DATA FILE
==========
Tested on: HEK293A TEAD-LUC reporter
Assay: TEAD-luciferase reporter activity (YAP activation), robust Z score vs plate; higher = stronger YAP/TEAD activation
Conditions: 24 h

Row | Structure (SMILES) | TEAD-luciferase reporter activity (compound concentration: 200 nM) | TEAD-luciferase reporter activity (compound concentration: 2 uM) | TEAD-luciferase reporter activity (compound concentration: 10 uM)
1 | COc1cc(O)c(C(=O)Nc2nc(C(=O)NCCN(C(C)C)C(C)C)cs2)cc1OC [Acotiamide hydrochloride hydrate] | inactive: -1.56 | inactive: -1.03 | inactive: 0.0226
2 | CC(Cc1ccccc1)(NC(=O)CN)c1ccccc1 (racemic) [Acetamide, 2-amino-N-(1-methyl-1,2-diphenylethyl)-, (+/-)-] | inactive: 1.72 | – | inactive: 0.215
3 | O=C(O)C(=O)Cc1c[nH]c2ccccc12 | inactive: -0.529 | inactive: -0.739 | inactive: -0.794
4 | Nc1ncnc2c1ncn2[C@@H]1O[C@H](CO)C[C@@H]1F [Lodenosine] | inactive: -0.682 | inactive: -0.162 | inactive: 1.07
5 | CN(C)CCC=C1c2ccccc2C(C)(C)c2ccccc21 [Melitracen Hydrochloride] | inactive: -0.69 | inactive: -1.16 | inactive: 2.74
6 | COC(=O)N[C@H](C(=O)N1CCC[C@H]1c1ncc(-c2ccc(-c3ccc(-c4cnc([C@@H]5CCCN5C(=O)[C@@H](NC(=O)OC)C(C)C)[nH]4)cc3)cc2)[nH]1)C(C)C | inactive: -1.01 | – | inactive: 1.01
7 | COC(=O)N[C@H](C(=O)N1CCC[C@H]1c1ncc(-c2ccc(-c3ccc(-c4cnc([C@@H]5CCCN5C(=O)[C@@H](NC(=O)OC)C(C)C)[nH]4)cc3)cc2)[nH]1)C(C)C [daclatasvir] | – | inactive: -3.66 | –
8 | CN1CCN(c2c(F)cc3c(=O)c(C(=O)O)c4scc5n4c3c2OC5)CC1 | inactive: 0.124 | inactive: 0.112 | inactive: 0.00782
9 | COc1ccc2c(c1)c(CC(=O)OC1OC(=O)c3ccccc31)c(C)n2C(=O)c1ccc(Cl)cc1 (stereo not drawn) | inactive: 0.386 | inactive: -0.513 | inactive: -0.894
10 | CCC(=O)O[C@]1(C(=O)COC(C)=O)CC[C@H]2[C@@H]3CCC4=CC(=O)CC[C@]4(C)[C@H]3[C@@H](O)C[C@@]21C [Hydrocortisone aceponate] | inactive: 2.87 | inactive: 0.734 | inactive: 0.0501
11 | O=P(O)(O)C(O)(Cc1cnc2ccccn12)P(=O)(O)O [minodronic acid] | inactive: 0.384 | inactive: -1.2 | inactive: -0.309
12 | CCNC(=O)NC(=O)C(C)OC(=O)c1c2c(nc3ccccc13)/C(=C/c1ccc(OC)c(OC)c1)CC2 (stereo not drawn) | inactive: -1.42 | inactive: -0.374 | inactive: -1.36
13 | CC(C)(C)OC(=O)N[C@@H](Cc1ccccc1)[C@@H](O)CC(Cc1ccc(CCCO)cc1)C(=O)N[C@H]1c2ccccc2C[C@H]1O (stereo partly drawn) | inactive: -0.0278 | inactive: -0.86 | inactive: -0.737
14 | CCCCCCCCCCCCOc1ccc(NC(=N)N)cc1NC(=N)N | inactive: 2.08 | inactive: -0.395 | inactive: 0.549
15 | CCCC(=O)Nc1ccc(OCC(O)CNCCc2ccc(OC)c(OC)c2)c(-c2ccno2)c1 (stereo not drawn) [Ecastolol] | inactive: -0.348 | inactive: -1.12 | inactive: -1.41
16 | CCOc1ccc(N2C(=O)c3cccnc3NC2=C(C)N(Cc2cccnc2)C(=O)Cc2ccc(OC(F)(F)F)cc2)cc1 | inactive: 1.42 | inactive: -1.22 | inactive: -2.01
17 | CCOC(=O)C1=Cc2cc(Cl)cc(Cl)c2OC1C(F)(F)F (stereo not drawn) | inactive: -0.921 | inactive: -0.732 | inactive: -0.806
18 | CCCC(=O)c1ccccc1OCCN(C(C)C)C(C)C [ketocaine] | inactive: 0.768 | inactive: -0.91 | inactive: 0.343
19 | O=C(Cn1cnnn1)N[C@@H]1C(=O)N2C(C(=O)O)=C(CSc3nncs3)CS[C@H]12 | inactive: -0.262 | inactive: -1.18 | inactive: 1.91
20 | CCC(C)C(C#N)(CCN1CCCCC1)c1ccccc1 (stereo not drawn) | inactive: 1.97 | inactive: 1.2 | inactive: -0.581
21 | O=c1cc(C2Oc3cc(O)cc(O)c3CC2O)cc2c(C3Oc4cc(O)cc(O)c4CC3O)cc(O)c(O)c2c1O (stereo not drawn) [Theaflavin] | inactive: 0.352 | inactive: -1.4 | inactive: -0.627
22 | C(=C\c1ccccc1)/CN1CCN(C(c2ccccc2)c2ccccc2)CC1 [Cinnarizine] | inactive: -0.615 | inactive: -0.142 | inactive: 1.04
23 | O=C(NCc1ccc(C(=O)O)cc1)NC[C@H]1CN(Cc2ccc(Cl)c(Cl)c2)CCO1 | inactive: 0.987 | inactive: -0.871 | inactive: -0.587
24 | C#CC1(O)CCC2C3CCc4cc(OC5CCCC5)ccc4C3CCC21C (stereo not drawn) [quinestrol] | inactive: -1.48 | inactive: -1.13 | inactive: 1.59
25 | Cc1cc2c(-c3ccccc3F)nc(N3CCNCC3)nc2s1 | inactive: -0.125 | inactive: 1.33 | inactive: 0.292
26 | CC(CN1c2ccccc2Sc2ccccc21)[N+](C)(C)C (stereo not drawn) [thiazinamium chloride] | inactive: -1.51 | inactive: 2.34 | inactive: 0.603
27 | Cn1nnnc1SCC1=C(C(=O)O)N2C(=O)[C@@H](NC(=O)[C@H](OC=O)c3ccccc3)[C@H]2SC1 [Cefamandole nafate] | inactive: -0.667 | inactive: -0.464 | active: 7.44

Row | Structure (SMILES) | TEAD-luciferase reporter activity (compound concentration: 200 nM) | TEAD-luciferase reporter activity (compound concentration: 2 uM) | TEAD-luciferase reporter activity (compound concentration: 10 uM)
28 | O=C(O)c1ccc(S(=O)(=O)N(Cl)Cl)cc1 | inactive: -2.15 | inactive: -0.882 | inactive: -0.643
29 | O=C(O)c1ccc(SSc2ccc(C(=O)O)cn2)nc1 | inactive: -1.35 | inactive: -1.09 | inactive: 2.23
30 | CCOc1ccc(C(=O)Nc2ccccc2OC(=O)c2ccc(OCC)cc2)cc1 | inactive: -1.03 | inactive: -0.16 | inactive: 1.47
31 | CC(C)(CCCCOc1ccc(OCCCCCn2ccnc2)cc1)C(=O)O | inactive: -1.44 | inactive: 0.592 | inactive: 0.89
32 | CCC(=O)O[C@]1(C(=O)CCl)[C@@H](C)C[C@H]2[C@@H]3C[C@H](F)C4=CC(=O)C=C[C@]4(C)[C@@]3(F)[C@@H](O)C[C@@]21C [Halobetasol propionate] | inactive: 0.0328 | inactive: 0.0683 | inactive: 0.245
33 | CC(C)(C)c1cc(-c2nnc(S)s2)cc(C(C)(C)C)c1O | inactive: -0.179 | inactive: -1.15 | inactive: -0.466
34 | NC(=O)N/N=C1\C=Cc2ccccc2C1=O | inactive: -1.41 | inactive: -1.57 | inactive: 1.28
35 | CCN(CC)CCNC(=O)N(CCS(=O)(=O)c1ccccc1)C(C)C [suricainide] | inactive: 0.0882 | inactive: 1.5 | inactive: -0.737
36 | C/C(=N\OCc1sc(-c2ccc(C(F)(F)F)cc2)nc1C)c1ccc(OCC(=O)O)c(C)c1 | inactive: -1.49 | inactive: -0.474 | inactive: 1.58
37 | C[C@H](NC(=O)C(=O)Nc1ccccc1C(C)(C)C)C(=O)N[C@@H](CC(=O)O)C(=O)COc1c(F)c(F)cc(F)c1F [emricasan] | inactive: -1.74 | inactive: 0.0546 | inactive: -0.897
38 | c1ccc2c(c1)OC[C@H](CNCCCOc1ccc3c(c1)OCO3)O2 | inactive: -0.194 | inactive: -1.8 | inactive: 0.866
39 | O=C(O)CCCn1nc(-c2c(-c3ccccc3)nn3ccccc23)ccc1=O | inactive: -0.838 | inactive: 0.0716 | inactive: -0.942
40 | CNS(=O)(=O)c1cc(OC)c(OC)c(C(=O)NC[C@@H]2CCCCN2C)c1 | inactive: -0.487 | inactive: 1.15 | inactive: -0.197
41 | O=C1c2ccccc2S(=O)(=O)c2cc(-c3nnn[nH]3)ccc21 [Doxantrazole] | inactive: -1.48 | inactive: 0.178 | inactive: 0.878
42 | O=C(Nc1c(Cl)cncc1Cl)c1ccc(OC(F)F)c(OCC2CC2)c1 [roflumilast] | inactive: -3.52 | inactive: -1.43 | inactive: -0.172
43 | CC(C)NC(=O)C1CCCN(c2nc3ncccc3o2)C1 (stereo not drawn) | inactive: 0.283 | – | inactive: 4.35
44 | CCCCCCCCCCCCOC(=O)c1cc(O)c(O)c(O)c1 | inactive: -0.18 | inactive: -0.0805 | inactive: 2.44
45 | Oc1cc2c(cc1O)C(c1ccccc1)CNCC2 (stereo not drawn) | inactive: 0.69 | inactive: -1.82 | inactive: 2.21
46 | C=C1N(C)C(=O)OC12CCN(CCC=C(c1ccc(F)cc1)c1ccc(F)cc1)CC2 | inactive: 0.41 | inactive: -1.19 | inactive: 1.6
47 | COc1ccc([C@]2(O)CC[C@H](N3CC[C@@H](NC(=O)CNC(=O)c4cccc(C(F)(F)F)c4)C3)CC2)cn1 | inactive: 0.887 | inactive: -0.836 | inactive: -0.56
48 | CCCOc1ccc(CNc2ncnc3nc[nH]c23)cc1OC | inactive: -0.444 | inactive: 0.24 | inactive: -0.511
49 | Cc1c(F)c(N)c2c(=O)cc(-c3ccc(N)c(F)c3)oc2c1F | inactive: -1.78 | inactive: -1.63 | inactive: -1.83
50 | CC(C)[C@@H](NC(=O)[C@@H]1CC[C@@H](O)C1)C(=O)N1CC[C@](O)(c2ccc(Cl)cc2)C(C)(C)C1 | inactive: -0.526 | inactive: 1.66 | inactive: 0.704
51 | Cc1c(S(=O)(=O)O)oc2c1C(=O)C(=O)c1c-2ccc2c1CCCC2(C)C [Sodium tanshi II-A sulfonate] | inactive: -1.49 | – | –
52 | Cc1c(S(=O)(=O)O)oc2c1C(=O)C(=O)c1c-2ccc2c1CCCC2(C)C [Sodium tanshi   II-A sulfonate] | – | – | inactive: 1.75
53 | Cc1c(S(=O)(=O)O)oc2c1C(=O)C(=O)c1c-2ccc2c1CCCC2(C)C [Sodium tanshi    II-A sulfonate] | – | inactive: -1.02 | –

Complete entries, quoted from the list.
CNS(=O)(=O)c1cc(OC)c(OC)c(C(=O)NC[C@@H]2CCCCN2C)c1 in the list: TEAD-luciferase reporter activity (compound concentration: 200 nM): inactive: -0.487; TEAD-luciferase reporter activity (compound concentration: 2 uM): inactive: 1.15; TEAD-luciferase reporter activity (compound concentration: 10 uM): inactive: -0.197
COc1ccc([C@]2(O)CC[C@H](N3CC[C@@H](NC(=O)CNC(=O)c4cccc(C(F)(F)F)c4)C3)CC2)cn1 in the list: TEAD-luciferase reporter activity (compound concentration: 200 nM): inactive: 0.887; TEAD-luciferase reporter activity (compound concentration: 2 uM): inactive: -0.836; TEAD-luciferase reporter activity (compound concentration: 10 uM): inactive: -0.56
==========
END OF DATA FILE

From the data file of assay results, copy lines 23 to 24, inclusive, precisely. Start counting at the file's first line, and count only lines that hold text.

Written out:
19 | O=C(Cn1cnnn1)N[C@@H]1C(=O)N2C(C(=O)O)=C(CSc3nncs3)CS[C@H]12 | inactive: -0.262 | inactive: -1.18 | inactive: 1.91
20 | CCC(C)C(C#N)(CCN1CCCCC1)c1ccccc1 (stereo not drawn) | inactive: 1.97 | inactive: 1.2 | inactive: -0.581